Home > Nicholas A. Kotov: Self-Organization of Biomimetic Nanoparticles

Nicholas A. Kotov: Self-Organization of Biomimetic Nanoparticles

Start:

11/14/2017 at 12:30PM

End:

11/14/2017 at 12:30PM

Location:

138 DeBartolo Hall
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Inorganic nanoparticles (NPs) have the ability to self-organize into variety of structures.  Analysis of experimental data for different types of NPs indicates a general trend of self-assembly under a wider range of conditions and having broader structural variability than self-assembling units from organic matter.  Remarkably, the internal organization of self-assembled NP systems rival in complexity to those found in biology which reflects the biomimetic behavior of nanoscale inorganic matter.  In this talk, I will address the following questions:

(a)   What are the differences and similarities of NP self-organization compared with similar phenomena involving organic and biological building blocks?

(b)   What are the forces and related theoretical assumptions essential for NP interactions?

(c)   What is the significance of NP self-assembly for understanding emergence of life?

(d)   What are the technological opportunities of NP self-organization?

Self-organization of chiral nanostructures will illustrate the importance of subtle anisotropic effects stemming from collective behavior of NPs and non-additivity of their interactions.  The fundamental significance of studies in this area from this and other groups will be discussed in relation to the origin of homochirality on Earth and spontaneous compartmentalization (protocells).  The practicality of self-organization of nanoparticles will be discussed in relation to charge storage technologies, DNA/protein biosensing, chiral catalysis, and polarization-based optical devices.


References:

  1. Tang, Z.; Kotov, N. A.; Giersig, M. Spontaneous organization of single CdTe nanoparticles into luminescent nanowires, Science, 2002, 297, 237. 
  2. Kotov, N. A. Inorganic Nanoparticles as Protein Mimics, Science, 2010, 330(6001), 188–189.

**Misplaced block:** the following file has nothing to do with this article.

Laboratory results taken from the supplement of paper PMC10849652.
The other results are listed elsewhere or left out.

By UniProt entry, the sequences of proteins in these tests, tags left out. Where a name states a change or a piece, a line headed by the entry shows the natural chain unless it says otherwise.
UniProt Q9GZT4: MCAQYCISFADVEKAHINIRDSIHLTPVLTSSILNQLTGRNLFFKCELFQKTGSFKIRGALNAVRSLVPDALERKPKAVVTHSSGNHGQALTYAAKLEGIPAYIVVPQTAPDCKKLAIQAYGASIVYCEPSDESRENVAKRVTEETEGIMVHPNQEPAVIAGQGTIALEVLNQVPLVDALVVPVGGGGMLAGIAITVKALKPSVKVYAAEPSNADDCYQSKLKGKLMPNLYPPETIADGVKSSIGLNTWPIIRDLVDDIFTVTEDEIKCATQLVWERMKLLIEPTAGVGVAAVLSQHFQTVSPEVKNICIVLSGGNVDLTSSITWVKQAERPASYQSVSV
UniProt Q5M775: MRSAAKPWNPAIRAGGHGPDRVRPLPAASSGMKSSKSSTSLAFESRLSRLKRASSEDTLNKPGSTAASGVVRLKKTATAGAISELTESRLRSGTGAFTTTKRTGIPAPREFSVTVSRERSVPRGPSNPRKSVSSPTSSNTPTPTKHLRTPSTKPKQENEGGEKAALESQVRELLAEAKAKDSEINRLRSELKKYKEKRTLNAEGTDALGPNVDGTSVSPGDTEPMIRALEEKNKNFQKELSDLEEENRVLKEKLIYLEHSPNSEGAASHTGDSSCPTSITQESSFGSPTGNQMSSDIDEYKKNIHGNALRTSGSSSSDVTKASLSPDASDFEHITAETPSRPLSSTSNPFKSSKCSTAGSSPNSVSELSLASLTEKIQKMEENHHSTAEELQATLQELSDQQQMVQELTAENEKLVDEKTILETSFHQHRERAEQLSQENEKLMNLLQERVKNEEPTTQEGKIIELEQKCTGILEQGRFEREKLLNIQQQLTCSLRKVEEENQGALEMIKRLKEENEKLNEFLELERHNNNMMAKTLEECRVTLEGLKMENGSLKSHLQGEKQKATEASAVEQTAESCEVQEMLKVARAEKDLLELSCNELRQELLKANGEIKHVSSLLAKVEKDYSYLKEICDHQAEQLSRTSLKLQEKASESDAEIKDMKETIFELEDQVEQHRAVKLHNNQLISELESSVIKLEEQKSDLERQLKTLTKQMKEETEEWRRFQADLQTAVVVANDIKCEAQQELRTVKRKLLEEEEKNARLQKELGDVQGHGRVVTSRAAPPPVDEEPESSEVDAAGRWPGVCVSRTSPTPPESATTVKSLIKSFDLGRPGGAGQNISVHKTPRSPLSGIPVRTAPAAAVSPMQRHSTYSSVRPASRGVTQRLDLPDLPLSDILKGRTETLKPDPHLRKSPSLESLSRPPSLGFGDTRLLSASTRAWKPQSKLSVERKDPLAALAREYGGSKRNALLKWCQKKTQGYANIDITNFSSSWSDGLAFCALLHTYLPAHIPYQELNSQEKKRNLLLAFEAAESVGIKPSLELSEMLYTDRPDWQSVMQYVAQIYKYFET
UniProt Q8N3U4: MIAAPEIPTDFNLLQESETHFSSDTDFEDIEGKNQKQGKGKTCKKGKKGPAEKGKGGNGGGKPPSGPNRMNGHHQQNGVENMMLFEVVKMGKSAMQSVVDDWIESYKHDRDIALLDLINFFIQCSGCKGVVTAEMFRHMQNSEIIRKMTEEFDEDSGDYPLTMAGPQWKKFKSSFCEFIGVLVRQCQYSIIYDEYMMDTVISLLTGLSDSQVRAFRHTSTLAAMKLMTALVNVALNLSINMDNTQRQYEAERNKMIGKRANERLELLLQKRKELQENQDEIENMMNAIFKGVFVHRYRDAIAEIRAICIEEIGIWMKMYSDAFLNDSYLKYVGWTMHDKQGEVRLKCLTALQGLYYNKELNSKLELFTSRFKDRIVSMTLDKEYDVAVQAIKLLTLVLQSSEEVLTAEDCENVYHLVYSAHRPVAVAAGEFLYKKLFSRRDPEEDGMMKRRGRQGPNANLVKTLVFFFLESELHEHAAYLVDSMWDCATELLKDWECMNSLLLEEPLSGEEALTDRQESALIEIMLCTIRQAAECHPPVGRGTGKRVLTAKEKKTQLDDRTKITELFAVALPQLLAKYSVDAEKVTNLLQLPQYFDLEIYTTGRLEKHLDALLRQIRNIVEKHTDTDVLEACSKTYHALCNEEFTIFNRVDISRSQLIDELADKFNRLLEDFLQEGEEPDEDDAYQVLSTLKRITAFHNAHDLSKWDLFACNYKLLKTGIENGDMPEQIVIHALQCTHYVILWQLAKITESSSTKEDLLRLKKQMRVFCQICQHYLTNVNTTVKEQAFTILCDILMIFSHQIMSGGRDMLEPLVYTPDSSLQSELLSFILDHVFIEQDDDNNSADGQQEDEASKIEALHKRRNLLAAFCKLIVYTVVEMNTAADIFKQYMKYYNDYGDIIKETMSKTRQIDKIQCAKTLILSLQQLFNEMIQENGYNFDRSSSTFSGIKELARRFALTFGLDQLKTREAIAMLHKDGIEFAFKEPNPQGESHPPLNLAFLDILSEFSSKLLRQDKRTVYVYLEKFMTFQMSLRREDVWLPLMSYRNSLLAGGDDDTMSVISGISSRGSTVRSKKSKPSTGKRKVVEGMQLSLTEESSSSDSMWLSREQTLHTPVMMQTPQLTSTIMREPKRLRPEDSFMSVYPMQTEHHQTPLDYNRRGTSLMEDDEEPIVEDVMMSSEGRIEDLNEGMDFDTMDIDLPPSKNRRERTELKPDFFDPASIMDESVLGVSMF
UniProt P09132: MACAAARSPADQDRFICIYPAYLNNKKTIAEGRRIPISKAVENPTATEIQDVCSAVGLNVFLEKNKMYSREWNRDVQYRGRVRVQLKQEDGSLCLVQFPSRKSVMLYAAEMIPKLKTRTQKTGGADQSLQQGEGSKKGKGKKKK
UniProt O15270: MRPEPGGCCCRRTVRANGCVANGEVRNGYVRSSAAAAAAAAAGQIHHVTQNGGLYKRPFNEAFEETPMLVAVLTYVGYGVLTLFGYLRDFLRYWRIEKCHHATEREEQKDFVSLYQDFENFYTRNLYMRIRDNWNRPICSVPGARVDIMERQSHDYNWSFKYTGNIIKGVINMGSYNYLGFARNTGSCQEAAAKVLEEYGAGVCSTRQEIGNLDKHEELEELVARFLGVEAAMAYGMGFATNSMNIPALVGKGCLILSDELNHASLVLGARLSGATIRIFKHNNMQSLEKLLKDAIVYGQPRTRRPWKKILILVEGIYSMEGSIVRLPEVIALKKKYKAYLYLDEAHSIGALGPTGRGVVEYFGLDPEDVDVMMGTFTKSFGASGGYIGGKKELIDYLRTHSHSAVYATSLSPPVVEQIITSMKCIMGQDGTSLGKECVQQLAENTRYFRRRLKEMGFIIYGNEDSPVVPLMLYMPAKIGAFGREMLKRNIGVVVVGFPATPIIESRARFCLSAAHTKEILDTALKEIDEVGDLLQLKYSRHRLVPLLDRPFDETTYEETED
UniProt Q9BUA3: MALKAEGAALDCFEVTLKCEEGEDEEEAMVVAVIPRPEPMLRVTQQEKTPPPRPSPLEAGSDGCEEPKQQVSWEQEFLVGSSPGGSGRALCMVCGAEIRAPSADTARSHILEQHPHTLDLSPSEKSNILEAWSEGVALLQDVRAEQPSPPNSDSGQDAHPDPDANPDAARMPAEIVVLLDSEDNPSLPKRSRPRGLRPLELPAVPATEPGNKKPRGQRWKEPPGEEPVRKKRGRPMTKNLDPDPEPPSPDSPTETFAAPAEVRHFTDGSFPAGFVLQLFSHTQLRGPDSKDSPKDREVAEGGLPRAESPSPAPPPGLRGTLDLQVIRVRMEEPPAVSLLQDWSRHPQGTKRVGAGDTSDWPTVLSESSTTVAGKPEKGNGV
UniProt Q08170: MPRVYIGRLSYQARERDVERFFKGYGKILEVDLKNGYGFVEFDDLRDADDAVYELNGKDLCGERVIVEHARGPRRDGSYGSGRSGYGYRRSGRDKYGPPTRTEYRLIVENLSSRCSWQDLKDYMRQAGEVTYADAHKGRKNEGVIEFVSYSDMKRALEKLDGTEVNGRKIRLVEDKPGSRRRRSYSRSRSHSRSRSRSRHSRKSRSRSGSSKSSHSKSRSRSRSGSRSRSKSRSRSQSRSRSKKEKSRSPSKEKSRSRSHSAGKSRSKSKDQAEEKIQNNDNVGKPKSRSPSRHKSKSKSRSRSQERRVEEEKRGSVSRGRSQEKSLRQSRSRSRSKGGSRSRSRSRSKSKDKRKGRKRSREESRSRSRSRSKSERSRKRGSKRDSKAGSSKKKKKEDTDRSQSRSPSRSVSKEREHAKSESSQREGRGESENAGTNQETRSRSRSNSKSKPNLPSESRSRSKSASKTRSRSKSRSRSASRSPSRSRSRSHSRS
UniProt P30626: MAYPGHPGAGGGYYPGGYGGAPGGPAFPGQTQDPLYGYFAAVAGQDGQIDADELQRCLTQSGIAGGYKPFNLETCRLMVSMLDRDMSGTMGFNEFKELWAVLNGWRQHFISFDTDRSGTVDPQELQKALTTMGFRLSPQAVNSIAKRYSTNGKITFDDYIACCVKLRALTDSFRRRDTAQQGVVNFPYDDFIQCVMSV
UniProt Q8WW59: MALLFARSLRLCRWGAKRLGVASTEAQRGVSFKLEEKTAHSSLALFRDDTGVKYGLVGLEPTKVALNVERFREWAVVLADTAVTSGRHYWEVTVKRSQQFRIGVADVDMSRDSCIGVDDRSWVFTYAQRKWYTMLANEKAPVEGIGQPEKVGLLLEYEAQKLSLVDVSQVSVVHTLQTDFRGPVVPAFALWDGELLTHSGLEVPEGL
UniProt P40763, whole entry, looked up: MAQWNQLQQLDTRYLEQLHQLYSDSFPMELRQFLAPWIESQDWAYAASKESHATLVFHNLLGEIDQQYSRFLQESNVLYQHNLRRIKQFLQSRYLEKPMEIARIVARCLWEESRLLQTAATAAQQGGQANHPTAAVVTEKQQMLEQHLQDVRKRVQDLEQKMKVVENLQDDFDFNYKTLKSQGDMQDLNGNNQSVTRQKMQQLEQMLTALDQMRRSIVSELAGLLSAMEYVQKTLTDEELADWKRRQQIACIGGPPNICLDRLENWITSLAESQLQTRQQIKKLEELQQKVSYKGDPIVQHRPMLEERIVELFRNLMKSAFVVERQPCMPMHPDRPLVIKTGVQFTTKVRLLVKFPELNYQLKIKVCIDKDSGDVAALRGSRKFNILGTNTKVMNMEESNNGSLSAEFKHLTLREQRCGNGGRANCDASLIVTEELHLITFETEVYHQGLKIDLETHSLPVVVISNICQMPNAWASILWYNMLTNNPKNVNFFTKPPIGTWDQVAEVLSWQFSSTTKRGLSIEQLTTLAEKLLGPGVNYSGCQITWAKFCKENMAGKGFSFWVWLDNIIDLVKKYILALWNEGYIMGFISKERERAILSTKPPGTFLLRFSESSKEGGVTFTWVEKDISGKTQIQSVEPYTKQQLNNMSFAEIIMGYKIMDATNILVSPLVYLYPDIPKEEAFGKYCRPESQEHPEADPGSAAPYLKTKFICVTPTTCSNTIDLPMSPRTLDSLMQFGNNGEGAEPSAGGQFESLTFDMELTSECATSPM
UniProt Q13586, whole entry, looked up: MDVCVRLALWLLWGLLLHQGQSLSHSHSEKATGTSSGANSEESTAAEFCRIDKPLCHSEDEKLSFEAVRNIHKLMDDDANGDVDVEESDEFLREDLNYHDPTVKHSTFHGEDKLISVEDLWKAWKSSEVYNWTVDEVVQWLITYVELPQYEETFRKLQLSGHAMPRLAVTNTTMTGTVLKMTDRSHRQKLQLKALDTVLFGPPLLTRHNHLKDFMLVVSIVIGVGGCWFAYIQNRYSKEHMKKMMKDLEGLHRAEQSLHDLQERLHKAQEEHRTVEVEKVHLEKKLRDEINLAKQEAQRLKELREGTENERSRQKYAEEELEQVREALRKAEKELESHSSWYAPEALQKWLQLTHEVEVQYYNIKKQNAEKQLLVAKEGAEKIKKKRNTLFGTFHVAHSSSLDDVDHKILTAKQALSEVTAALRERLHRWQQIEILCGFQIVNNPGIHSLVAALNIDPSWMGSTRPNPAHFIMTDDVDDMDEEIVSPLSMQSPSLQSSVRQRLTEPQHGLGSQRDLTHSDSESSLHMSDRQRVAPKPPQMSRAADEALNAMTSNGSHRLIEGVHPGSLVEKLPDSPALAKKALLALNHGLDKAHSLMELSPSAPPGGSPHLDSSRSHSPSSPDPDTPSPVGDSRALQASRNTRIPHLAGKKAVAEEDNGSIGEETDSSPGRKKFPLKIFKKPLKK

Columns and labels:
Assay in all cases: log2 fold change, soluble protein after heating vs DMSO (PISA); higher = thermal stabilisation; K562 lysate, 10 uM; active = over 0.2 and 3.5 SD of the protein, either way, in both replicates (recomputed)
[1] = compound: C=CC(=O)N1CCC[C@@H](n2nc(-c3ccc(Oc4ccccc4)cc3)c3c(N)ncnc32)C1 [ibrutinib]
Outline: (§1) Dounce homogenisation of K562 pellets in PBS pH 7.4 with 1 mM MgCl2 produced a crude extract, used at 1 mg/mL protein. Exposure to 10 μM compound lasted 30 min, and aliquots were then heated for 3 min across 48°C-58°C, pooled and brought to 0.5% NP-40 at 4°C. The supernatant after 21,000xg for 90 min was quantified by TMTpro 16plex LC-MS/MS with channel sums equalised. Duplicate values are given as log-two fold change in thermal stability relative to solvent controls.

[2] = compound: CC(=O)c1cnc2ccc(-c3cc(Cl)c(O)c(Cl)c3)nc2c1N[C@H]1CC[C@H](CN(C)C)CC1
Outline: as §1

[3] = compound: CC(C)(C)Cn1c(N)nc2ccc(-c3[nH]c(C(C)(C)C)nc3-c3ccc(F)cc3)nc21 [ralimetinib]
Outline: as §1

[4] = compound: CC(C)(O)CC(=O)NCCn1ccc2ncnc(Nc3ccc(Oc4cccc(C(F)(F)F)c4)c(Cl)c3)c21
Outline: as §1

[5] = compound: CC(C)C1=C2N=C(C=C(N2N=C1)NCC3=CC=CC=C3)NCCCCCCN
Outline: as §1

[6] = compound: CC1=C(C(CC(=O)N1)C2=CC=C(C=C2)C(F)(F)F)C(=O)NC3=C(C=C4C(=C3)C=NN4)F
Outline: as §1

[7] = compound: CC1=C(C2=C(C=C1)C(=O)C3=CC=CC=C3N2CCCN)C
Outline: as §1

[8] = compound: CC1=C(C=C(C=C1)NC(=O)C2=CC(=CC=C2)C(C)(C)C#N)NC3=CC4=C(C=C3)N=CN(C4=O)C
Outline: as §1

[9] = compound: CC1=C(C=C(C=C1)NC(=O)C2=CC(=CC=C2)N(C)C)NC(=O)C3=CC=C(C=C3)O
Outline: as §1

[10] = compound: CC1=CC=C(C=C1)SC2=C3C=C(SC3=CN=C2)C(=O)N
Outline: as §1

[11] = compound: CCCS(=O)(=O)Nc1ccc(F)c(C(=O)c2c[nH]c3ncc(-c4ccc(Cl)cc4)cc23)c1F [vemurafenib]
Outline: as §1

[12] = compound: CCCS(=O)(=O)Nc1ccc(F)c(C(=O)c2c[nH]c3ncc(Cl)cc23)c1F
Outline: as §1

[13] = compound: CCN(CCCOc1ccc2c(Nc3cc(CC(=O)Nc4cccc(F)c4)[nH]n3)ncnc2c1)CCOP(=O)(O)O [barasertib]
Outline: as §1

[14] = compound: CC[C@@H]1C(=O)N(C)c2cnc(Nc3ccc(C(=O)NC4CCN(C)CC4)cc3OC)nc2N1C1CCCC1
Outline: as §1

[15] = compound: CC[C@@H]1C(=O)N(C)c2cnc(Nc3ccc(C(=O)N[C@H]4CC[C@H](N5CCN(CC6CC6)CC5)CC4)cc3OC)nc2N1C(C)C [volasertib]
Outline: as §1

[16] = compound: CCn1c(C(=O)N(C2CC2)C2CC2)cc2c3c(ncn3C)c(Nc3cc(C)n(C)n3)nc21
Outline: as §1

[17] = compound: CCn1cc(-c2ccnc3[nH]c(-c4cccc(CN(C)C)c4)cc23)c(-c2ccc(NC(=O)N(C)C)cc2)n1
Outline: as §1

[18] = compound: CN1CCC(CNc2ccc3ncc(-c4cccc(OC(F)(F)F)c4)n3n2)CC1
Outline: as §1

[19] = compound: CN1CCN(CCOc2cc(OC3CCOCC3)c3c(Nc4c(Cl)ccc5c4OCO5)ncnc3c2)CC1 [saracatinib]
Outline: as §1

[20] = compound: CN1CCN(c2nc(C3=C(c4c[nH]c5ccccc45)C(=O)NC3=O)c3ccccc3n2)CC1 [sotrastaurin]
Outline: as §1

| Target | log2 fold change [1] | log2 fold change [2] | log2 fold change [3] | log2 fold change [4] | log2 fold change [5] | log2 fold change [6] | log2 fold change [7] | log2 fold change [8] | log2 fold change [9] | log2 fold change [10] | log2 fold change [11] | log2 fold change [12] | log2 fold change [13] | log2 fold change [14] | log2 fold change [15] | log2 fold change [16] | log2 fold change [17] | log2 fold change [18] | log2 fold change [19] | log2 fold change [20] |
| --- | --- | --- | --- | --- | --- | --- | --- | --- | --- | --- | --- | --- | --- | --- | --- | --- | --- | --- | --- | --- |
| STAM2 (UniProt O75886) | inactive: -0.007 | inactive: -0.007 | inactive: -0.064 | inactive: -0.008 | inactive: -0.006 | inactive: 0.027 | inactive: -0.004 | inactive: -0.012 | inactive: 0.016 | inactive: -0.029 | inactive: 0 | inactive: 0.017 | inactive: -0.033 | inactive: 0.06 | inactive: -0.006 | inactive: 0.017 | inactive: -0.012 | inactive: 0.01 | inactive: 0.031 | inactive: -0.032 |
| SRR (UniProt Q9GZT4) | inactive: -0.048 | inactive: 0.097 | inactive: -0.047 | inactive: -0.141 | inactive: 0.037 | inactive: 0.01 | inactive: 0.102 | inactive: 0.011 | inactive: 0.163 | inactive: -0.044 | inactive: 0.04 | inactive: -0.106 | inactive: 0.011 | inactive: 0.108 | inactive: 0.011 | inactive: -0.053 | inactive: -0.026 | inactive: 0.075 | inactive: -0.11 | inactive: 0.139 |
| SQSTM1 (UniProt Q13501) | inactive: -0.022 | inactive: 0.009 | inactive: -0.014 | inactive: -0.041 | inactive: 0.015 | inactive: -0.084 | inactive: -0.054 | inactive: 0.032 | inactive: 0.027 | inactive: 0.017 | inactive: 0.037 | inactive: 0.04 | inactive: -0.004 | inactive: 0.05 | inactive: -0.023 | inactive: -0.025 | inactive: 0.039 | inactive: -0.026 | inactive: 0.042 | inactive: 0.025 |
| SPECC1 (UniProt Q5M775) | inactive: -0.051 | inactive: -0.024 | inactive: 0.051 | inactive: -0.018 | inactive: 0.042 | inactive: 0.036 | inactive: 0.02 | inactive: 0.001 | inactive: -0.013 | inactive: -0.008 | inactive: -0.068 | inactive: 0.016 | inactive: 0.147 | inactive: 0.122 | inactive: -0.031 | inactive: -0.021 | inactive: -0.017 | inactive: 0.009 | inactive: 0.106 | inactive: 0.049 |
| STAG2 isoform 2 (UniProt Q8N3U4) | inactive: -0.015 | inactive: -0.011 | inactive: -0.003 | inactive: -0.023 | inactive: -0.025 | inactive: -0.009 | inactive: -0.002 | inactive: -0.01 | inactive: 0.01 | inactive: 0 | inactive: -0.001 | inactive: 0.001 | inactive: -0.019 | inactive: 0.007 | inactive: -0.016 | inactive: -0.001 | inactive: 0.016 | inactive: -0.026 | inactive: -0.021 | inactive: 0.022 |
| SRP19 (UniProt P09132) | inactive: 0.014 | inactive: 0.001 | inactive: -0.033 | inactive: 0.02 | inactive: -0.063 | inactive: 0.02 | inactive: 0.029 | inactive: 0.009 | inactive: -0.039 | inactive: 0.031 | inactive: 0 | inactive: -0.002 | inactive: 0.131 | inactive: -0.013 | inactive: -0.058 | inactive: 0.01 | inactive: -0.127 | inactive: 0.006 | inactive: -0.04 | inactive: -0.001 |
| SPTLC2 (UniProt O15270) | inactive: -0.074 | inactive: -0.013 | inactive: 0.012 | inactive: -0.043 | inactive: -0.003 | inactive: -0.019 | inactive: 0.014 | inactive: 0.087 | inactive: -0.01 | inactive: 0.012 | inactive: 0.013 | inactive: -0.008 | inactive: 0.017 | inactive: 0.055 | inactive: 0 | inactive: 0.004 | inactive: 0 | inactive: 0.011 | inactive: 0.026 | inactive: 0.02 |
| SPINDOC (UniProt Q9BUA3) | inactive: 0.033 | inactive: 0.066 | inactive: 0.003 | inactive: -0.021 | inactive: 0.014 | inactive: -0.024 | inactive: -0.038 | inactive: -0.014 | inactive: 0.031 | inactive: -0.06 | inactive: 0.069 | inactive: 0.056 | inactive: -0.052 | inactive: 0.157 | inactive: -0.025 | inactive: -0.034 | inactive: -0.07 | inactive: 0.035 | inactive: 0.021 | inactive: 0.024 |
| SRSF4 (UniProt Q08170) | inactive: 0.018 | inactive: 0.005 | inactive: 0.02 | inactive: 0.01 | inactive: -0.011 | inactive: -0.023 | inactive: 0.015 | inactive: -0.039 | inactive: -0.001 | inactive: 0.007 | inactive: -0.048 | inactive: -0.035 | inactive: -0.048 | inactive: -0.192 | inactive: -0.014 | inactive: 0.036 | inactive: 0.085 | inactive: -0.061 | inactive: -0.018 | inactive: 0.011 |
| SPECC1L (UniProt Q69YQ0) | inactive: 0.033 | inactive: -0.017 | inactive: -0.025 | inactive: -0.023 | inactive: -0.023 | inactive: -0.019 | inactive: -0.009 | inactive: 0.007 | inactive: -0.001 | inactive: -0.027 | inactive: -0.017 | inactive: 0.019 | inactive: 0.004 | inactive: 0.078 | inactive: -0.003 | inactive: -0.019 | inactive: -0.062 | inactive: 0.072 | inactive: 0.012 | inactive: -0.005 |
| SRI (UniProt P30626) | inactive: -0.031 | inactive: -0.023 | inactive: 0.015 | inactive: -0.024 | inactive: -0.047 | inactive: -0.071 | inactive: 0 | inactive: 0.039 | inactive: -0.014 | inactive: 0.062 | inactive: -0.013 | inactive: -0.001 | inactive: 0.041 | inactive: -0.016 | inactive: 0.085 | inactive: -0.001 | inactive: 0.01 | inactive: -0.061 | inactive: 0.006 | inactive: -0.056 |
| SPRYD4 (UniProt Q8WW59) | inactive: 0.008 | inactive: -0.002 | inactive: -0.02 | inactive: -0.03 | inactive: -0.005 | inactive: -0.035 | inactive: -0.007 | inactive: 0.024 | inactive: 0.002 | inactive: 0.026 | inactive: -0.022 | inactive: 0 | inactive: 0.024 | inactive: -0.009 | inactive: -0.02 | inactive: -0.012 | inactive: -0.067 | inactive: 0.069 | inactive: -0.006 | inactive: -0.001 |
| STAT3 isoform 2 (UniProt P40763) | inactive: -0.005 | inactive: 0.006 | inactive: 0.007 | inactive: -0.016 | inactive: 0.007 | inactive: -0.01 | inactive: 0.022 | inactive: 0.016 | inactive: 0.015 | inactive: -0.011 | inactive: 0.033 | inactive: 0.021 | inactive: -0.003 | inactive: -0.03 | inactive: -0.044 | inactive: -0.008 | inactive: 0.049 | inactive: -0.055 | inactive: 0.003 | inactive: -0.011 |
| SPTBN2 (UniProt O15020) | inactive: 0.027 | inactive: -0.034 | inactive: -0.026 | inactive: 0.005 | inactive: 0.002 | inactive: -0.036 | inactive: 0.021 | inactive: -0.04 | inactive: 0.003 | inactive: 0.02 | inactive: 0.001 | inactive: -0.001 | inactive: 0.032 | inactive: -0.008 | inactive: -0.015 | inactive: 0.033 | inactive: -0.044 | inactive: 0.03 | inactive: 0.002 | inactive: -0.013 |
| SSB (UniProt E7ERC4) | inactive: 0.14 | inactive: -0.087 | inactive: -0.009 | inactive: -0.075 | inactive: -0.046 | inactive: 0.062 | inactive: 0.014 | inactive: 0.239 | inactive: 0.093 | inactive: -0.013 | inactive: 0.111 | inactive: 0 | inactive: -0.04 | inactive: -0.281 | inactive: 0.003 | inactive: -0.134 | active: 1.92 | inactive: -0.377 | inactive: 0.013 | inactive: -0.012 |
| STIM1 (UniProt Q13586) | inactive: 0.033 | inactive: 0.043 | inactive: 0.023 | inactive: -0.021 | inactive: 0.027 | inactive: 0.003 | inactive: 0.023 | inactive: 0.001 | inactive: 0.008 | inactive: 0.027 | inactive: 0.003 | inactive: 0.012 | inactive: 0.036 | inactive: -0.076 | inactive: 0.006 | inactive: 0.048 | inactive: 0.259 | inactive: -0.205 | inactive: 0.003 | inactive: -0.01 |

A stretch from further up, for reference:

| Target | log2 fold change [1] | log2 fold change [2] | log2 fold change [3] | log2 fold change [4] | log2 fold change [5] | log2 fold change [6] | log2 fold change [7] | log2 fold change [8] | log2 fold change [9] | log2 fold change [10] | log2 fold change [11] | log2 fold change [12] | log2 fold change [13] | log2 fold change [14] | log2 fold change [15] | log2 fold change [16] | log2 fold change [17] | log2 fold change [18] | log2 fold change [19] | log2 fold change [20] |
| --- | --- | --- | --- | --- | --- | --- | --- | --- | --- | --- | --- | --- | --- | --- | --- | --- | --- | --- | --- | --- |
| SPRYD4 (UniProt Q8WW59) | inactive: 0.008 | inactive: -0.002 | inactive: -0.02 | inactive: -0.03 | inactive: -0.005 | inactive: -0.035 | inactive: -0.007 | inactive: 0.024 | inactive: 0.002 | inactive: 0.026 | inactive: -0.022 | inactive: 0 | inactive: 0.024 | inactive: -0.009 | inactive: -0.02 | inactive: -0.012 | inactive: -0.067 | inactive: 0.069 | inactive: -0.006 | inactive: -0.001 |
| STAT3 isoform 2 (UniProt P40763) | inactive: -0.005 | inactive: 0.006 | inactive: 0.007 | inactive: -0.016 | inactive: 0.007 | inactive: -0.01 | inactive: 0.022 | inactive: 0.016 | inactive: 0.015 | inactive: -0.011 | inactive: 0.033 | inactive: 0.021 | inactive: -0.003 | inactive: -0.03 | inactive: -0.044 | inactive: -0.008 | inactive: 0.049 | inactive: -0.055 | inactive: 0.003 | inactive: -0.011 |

3. Srivastava S.; et al., Light-Controlled Self-Assembly of Semiconductor Nanoparticles into Twisted Ribbons, Science, 2010, 327, 1355.
  4. Yeom, J.; et al., Chiral Templating of Self-Assembling Nanostructures by Circularly Polarized Light, Nature Mater. 2015, 14, 66.
  5. Batista-Silvera, C.; Larson, R.; Kotov, N. A. Non-Additivity of Nanoparticle Interactions, Science, 2015, DOI: 10.1126/science.1242477.
  6. L.Liu, et al. Low-Current Field-Assisted Assembly of Copper Nanoparticles for Current Collectors, Faraday Disc. 2015, 181, 383-401.
  7. M. Yang, H. Chan, G. Zhao, J.H. Bahng, P. Zhang, P. Král, N.A. Kotov, Self-Assembly of Nanoparticles into Biomimetic Capsid-Like Nanoshells, Nature Chemistry, 2016, 9, 287–294.
  8. J. H. Bahng, B. Yeom, Y. Wang, S. O. Tung, N.A. Kotov, Anomalous Dispersions of Hedgehog Particles, Nature, 2015, 517, 596–599.
  9. W. Feng, J.-Y. Kim, et al. Assembly of Mesoscale Helices with Near Unity Enantiomeric Excess and Light-Matter Interactions for Chiral Semiconductors, Science Advances, 2017, 3(3), e1601159.
  10. S. Jiang, et al.  Chiral Ceramic Nanoparticles of Tungsten Oxide and Peptide Catalysis, Journal of the American Chemical Society, 2017, JACS.7b01445 on the web.

Seminar Speaker:

Nicholas A. Kotov

Nicholas A. Kotov

University of Michigan

Prof. Nicholas Kotov is working on chemistry, physics, materials science and technical realizations of biomimetic nanostructures. Conceptual examples of biomimetic nanostructures associated with his works include nacre-like layered nanocomposites, protein-mimetic self-organizing nanoparticles, virus-like supraparticles, chiral nanomaterials, and hedgehog colloids.  His contribution to science include pioneering layered graphene nanocomposites, nanoparticle superlattices, nanostructured biocomposites (nacre, enamel, soft tissues), chiral nanoassemblies, and omni-dispersible colloids. Prof. Kotov is a founder of several start-up companies including Nico Technologies, 3D Biomatrix, Elegus Technologies that commercialized biomimetic nanomaterials for military, biomedical and energy storage technologies.